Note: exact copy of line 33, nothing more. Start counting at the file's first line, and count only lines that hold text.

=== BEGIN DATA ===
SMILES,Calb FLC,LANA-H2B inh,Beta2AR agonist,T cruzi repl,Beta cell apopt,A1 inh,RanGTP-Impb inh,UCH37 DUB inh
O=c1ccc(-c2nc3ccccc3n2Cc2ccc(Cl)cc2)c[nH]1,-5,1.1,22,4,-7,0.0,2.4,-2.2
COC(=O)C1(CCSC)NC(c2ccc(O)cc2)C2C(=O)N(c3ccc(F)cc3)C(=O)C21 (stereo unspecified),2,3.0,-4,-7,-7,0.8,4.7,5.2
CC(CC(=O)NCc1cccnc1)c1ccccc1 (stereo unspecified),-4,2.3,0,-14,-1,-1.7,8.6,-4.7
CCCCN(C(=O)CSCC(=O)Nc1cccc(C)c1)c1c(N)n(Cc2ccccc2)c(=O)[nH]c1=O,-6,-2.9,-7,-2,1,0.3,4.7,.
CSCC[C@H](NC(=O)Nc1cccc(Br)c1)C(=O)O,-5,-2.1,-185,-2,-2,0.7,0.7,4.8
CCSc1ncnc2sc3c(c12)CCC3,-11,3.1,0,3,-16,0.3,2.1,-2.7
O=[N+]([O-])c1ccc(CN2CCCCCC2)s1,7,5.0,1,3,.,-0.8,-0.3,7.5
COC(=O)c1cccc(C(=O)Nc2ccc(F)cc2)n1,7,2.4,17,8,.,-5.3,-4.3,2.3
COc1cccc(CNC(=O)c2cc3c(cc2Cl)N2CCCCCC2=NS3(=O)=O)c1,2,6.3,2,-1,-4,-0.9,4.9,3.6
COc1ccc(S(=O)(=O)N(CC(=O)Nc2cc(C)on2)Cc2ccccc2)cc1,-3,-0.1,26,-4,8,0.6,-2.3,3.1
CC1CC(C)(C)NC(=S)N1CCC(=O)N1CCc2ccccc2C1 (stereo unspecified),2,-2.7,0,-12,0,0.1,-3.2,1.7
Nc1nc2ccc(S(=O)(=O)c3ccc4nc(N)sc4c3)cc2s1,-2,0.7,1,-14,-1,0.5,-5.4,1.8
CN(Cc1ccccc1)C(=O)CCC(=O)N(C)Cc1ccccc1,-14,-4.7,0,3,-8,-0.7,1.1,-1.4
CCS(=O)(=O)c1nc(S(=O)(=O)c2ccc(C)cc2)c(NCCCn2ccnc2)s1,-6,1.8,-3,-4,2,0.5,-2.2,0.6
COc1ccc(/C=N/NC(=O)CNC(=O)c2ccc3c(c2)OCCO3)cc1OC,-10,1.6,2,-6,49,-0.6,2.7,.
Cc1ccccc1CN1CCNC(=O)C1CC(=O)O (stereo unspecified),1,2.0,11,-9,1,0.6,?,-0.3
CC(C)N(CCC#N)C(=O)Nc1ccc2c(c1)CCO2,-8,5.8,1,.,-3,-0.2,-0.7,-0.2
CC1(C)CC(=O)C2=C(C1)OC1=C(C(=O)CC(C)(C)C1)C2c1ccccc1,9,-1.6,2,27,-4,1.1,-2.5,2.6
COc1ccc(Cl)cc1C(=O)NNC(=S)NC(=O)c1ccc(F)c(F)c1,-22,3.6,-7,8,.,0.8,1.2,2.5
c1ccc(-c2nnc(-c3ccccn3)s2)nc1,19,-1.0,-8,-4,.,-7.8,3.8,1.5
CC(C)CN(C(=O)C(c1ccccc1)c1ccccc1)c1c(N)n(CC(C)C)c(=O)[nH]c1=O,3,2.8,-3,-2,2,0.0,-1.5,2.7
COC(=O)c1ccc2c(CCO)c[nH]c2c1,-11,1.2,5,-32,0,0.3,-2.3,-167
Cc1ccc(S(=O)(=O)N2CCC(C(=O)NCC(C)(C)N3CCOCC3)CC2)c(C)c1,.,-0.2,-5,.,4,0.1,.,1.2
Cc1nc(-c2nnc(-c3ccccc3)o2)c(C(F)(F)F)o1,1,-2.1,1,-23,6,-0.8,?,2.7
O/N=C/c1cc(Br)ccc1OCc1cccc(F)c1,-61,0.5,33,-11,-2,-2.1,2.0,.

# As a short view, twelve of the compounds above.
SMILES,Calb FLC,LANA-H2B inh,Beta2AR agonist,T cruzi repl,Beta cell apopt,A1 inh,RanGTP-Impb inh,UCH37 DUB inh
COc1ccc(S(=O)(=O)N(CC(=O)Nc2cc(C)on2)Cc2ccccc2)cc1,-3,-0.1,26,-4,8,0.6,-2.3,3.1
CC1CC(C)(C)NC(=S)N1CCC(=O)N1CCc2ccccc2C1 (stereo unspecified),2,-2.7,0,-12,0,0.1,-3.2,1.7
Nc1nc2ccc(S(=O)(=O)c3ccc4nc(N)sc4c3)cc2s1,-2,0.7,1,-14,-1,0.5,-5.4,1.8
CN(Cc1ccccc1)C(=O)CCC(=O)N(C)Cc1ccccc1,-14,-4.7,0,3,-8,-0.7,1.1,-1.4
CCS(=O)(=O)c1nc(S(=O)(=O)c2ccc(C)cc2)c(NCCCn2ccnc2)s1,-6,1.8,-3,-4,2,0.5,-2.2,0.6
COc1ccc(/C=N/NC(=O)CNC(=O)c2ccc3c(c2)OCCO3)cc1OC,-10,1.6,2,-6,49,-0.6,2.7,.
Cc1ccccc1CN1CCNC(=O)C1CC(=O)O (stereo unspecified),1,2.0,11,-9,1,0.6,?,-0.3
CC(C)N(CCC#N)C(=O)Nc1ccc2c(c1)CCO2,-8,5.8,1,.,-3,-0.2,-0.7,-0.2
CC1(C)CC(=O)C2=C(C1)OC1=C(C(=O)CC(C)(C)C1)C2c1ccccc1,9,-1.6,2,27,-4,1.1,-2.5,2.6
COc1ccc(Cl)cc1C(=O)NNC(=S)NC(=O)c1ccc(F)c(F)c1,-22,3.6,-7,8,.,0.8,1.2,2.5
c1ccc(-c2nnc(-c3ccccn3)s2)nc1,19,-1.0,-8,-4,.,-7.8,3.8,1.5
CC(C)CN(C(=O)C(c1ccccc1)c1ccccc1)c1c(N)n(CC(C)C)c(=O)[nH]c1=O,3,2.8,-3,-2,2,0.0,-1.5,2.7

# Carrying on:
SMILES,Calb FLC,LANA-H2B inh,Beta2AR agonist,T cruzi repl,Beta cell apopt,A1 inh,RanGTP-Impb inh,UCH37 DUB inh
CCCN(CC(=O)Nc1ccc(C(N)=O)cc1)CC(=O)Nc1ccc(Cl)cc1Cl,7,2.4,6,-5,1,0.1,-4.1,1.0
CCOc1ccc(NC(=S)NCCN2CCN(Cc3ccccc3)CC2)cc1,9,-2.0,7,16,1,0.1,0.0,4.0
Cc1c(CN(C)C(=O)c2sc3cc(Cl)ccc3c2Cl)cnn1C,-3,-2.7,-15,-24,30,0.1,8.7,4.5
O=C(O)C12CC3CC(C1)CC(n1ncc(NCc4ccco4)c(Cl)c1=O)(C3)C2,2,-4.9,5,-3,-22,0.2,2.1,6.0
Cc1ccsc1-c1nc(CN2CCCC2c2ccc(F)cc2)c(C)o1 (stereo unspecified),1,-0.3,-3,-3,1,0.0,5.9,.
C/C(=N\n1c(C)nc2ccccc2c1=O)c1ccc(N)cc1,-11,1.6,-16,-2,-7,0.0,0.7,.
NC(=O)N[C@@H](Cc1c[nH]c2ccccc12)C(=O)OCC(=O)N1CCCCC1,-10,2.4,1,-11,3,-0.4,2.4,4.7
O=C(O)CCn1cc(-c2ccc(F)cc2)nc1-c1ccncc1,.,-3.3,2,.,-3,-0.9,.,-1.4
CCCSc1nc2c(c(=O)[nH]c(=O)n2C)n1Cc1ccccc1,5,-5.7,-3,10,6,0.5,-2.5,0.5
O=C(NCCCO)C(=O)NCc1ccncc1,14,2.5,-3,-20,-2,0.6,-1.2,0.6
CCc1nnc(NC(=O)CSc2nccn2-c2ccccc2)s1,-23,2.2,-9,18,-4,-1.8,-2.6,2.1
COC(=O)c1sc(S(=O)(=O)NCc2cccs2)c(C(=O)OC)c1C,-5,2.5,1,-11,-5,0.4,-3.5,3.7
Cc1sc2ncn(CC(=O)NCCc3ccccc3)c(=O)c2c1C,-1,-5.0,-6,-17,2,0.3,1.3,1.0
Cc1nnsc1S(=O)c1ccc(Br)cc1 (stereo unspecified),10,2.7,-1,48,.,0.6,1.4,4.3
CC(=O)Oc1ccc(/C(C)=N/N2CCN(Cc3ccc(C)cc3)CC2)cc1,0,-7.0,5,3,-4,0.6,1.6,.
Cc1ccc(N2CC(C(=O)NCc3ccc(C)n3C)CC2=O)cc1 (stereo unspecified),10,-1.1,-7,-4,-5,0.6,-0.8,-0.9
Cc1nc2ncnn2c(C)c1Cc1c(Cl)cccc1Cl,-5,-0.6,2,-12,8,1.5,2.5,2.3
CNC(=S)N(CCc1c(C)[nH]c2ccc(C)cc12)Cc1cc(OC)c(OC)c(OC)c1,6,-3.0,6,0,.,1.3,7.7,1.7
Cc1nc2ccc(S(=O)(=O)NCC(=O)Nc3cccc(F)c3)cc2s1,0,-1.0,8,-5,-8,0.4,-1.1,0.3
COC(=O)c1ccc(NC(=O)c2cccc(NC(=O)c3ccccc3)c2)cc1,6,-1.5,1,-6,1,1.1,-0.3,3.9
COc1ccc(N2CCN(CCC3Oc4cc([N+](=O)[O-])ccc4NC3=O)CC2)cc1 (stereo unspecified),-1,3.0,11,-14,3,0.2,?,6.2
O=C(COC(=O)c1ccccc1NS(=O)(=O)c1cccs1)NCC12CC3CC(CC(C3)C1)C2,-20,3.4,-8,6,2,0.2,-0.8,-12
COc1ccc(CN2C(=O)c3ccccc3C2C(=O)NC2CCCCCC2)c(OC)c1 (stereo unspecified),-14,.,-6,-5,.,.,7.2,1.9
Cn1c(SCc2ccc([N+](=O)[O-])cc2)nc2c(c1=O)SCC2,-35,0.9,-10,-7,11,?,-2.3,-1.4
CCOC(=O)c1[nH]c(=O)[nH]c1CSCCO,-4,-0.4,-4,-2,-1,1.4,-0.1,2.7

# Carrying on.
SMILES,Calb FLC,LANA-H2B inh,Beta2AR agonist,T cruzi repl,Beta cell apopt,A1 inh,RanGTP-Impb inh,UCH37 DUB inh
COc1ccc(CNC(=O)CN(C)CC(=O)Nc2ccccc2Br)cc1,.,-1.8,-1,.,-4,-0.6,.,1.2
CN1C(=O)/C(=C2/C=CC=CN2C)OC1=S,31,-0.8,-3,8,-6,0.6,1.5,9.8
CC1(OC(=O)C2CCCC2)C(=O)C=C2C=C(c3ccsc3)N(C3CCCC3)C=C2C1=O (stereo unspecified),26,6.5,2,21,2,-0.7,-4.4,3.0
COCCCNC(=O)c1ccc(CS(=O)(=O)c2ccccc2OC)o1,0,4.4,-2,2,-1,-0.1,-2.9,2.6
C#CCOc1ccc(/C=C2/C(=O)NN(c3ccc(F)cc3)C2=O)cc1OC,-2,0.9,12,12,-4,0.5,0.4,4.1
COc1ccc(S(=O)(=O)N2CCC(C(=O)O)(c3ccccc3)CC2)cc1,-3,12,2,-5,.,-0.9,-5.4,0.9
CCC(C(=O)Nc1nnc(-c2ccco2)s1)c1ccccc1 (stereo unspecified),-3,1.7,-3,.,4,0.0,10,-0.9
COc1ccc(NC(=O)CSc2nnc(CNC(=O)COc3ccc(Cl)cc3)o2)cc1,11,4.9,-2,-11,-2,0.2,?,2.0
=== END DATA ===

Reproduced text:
CCS(=O)(=O)c1nc(S(=O)(=O)c2ccc(C)cc2)c(NCCCn2ccnc2)s1,-6,1.8,-3,-4,2,0.5,-2.2,0.6